Archive for the 'Innovation' Category

Intranets – a parable explained (Part 2)

February 17, 2013

HighWall_Tom_Joliffe I tried to think of different ways of approaching this topic and using a story seemed the best. I’ve had some complementary comments about the story too but what does it all really mean?  Quite simply it’s all about the death of the intranet as we know it.

Let’s start at the beginning and I’ll explain as we go along.

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Intranets – a parable (Part 1)

February 11, 2013

HighWall_Tom_Joliffe‘A man once had a garden. He grew vegetables for a living and liked it well enough. His garden had high walls all around it so no one could look at his garden and see how he grew his vegetables but he never thought about the walls much, the walls had always been there and probably always would. So every day he worked in his garden and did the best he could. His produce sold okay, not great but it provided a living, and so he kept doing what he had always done before.

Then one day a salesman knocked at the gardener’s door. With a glib smile he showed the gardener what he said was ‘the future of gardening’. ‘Why bother with lots of tools when you only really need one and here it is!’ With a flourish he pulled a sheet off a huge gold coloured machine. ‘This is it, the Golden Machine. It will do everything that a walled garden needs, for walled gardens like yours are really special and so must have special machines. Look here are some endorsements’.

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Planned serendipity for innovation in the workplace

December 3, 2009

Lightbulbs_Faith_GobleIn reply to a comment on one of my posts regarding knowledge activities I used the phrase ‘planned serendipity’ to describe how, in my opinion, the conditions could be created in which seredipitous ideas stand more of a chance of being generated. In this context serendipity = innovation.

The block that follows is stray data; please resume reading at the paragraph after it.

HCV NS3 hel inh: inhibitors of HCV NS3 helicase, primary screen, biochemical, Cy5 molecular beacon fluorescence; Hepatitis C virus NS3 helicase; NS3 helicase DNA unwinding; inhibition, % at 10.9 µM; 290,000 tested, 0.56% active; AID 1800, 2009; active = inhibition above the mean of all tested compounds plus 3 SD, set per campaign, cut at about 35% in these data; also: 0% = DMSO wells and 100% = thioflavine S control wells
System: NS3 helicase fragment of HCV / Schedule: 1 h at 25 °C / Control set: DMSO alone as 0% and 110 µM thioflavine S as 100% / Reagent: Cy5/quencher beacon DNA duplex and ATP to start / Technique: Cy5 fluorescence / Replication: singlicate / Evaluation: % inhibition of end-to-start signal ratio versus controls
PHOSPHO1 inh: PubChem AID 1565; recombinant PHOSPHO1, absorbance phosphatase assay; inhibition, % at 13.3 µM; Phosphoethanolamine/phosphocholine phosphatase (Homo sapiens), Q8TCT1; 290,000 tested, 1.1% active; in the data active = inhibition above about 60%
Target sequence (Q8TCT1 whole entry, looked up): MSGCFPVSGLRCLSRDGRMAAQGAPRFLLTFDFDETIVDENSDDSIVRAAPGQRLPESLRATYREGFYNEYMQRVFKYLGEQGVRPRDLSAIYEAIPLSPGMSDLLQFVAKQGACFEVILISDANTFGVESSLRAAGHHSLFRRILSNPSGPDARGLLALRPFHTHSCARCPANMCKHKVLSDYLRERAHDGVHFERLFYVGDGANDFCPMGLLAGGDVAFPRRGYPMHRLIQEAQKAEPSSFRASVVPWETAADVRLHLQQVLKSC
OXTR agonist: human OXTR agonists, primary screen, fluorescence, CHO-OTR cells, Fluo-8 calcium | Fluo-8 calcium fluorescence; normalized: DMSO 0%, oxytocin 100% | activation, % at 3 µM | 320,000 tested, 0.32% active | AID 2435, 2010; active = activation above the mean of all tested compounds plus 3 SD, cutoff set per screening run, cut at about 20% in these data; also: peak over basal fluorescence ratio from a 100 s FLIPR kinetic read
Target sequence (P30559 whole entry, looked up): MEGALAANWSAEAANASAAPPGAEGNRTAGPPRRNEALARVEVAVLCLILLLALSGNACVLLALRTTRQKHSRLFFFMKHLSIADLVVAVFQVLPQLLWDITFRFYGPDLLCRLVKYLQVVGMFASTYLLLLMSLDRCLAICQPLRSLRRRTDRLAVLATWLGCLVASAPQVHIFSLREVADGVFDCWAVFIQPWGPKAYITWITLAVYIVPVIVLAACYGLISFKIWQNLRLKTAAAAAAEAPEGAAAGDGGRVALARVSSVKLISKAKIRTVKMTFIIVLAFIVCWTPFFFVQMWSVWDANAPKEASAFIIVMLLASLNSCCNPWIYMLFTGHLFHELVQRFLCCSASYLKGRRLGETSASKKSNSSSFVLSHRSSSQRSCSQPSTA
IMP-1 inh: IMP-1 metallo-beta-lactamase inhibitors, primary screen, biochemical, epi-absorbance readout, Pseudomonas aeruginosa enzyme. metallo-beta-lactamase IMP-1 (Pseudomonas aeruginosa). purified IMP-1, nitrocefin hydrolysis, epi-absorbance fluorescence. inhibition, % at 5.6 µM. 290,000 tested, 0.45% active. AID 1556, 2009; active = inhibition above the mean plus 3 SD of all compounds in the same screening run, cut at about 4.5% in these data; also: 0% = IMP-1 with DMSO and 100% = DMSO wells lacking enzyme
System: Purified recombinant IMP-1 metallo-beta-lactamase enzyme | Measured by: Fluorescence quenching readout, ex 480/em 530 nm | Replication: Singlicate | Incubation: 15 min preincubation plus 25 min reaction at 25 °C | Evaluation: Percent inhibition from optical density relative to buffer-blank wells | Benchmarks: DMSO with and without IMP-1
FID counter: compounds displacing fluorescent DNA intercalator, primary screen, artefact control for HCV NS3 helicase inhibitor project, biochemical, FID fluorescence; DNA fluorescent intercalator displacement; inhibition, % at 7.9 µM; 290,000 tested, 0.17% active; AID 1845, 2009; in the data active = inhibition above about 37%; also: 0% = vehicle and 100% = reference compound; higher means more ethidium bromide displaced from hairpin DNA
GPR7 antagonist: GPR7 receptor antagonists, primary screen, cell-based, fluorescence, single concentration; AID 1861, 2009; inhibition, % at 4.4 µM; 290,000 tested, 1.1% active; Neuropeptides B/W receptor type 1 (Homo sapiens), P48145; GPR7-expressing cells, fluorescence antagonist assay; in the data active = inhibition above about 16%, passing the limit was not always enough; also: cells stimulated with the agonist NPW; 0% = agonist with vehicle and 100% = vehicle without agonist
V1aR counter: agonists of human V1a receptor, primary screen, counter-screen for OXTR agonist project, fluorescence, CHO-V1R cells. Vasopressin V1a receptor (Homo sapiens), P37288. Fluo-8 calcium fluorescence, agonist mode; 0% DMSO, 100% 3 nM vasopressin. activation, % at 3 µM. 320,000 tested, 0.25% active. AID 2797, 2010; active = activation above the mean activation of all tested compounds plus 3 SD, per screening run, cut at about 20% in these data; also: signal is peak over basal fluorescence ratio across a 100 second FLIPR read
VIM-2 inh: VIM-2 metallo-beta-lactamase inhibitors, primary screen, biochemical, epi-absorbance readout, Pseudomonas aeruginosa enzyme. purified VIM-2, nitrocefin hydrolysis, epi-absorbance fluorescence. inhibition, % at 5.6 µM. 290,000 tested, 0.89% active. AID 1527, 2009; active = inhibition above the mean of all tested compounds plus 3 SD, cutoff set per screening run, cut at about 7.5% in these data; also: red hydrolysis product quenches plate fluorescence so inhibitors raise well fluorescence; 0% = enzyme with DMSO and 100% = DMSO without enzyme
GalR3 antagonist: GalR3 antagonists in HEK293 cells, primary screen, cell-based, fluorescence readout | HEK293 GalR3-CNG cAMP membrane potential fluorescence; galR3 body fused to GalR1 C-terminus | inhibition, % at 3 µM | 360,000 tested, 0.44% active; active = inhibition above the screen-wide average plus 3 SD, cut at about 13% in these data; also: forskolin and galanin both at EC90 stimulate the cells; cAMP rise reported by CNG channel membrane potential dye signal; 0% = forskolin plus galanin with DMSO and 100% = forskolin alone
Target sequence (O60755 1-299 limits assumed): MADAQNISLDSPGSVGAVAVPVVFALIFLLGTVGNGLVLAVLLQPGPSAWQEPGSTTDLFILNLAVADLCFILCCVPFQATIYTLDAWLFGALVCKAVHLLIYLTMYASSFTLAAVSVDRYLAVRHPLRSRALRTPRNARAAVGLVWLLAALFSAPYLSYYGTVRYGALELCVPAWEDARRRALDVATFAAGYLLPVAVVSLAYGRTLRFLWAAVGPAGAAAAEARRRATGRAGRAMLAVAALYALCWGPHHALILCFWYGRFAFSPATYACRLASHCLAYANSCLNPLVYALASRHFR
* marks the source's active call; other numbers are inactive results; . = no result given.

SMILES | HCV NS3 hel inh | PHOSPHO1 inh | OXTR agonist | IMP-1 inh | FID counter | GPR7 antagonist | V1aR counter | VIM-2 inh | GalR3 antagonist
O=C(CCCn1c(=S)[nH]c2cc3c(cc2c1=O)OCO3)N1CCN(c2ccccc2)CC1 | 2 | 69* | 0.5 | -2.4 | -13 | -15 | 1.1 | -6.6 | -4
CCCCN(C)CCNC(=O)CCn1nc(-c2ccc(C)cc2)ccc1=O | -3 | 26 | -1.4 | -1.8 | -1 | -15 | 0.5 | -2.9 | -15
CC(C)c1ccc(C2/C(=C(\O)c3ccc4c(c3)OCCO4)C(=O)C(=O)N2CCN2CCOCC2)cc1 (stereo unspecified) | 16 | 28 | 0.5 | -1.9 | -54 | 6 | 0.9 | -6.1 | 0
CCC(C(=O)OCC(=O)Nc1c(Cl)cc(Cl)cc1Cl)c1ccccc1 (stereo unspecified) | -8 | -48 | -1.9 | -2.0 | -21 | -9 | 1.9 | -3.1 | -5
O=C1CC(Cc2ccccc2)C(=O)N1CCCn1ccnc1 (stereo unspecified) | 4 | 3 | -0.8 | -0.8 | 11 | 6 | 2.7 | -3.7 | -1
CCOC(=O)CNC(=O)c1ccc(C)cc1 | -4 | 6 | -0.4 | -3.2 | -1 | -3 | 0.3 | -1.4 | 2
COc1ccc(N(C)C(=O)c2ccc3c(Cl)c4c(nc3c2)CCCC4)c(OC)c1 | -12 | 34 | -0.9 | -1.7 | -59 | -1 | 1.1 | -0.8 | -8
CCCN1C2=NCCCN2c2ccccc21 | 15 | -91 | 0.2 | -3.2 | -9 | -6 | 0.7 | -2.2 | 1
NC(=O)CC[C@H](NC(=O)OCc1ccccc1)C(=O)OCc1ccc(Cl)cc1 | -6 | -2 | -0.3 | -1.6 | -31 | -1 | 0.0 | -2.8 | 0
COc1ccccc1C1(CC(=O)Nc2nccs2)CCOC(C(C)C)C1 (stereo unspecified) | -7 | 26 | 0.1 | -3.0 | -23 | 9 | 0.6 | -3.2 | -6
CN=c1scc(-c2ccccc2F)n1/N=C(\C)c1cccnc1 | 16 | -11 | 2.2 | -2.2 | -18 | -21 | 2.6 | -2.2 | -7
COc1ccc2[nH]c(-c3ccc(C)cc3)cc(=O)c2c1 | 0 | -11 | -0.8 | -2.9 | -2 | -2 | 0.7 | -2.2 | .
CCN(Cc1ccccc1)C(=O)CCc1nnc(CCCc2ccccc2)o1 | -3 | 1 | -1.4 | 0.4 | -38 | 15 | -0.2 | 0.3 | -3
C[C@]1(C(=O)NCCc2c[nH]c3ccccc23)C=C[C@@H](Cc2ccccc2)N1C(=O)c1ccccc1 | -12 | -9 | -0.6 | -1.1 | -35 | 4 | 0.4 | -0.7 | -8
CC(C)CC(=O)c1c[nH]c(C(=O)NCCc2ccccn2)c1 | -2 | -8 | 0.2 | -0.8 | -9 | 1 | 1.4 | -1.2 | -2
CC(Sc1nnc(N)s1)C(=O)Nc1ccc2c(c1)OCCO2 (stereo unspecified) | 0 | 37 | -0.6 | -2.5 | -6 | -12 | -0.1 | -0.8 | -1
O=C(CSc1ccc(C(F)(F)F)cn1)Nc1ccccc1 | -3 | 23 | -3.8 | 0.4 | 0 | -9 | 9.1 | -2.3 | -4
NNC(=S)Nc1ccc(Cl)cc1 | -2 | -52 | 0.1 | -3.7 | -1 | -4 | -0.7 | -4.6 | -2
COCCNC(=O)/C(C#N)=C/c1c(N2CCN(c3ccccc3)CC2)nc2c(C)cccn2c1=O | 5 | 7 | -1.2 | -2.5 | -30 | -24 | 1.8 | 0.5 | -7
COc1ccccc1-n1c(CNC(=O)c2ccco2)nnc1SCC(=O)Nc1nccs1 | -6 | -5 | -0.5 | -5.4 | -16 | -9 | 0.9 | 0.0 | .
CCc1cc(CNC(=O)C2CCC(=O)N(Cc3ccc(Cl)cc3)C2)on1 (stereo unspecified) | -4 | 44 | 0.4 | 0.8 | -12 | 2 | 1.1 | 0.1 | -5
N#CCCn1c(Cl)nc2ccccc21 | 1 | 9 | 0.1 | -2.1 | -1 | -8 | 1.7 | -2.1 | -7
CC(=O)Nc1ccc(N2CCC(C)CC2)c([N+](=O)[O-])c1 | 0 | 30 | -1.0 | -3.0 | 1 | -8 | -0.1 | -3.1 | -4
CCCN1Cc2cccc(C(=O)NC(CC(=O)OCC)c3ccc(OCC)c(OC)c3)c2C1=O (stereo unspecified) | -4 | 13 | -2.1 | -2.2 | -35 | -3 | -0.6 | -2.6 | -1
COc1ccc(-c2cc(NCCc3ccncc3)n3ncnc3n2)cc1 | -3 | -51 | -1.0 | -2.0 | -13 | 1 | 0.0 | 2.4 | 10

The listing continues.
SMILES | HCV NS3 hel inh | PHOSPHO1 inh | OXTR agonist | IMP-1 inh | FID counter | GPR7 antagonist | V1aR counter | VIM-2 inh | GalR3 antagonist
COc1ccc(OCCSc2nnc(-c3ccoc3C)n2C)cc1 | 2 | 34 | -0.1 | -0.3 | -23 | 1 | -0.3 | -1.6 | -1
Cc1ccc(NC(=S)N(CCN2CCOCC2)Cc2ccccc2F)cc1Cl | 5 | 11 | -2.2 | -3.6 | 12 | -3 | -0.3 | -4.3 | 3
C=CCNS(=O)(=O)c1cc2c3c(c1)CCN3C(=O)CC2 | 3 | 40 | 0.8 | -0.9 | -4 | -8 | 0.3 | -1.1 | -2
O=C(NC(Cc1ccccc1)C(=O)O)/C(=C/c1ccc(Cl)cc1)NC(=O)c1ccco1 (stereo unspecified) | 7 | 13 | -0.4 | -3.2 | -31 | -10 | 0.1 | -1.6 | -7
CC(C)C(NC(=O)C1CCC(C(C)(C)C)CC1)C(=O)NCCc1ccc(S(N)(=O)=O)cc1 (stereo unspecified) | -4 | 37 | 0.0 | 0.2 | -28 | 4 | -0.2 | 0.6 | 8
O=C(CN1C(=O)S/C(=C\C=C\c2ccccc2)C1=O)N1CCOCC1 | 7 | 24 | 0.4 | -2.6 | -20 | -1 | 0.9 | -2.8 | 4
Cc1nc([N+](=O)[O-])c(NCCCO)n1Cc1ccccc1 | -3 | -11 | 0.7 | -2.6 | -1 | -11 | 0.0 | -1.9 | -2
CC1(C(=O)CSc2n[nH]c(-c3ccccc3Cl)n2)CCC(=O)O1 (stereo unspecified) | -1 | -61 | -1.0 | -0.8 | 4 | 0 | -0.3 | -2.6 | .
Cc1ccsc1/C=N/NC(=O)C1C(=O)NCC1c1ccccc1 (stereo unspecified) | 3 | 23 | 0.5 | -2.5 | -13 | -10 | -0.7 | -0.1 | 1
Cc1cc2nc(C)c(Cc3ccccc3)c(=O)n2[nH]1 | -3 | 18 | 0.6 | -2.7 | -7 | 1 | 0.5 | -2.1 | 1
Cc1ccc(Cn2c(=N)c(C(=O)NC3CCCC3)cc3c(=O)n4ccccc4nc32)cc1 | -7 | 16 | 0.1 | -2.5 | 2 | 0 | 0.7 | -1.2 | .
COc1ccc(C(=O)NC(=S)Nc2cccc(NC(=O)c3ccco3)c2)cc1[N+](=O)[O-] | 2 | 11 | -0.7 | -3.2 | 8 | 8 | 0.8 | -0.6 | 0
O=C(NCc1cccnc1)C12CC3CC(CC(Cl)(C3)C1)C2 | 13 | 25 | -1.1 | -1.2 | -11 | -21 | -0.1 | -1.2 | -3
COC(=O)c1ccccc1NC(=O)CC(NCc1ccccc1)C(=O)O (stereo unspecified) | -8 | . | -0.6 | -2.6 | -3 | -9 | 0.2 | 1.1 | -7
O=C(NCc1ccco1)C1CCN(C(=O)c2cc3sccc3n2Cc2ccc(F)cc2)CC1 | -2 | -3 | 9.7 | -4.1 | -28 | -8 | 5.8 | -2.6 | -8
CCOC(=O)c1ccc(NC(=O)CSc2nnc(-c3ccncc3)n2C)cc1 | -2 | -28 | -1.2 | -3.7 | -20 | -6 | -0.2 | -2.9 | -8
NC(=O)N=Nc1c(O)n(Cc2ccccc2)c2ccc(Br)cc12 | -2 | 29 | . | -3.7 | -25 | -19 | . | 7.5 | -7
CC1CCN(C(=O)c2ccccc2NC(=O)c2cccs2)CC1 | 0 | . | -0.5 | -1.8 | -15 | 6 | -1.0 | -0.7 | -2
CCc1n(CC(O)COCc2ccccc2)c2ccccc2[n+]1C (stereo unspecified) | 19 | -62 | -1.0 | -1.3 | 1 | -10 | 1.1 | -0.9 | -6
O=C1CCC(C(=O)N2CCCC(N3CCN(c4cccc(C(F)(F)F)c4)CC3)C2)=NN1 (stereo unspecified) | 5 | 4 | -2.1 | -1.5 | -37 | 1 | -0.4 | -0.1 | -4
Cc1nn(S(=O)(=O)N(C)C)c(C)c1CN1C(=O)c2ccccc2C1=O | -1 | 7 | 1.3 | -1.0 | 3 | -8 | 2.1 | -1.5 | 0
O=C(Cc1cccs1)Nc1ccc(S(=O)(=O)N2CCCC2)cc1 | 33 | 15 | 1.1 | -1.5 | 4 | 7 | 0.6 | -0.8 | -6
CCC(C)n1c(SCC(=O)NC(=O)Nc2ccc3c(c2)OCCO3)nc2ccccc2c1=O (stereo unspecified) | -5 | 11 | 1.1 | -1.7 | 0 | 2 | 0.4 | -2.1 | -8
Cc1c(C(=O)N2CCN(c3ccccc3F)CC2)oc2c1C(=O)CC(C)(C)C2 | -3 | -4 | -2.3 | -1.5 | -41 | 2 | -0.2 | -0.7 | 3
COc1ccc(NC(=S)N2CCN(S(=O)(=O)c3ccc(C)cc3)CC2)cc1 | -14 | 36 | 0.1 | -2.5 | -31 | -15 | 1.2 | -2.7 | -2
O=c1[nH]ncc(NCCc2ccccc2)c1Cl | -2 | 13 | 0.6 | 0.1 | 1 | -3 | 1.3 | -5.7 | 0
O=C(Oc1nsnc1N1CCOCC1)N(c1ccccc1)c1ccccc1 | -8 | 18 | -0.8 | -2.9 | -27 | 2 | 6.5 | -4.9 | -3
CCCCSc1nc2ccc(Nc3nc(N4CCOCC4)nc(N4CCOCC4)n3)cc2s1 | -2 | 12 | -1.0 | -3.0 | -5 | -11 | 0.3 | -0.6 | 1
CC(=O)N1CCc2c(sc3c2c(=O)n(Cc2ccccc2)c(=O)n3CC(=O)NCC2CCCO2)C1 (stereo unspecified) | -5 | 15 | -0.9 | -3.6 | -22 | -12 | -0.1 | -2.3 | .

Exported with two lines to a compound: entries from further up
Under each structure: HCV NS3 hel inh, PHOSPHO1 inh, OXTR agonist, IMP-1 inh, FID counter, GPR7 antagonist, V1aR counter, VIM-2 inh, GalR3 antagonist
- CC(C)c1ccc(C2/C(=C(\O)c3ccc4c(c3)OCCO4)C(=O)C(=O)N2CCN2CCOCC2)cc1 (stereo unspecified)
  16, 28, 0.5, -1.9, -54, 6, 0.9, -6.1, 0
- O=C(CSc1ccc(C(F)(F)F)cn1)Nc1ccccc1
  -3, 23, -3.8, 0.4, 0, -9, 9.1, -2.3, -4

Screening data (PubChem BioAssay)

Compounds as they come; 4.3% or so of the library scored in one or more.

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Knowledge (Part 2) – an enterprise-wide methodology

September 5, 2009

KM_Post_Quinn_AnyaIn Part 1 of this post I gave an overview to the process of levering knowledge and creating information (KLIC) in the workplace through carrying out a simple knowledge gap analysis or ‘information audit’.  This approach works well when levering knowledge from an individual or small group of people for a particular purpose. But what about an approach that can work across a whole organization as an ongoing knowledge initiative? I was prompted to think about this by a response from someone to the original post who admitted that a lot of this ‘knowledge’ stuff was confusing and was asking for a simple, practical and above all logical methodology or set of tools that could be used by virtually anyone in any organization.

Therefore in this post I will attempt to outline a metholodolgy for carrying out an organization wide knowledge initiative based on an approach that I have found to work very well in the past – the Quality Circle. The approach is fairly non-prescriptive and should be scalable for organizations of different sizes and with varying resources.

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Knowledge leverage and information creation in the enterprise

July 24, 2009

KM_Post_Quinn_AnyaIn my posts on the Enterprise-wide Information System (EIS) and articles on the Lean Intranet I talk about the role that knowledge  should play in the enterprise. Apart from James Robertson you don’t hear many intranet commentators mention ‘knowledge’, yet no organization can function without  the knowledge held in staff member’s heads and the shared knowledge that constitute the informal systems that are often at the heart of an organization’s success. If organizations don’t consider knowledge as part of their overall information strategy then they are missing a very big opportunity to improve their processes through the innovative ideas of their staff. They are also in danger of letting important knowledge walk out the door when employees leave.

It is my belief that intranet and internal communications workers should be contributing to the knowledge debate, especially when it comes to knowledge in the workplace, if only to ensure that a simple, practical approach is arrived at that can be of value in the enterprise. In this post I will try to outline such an approach in the hope that knowledge issues in the workplace might start to get attention I think they deserve.

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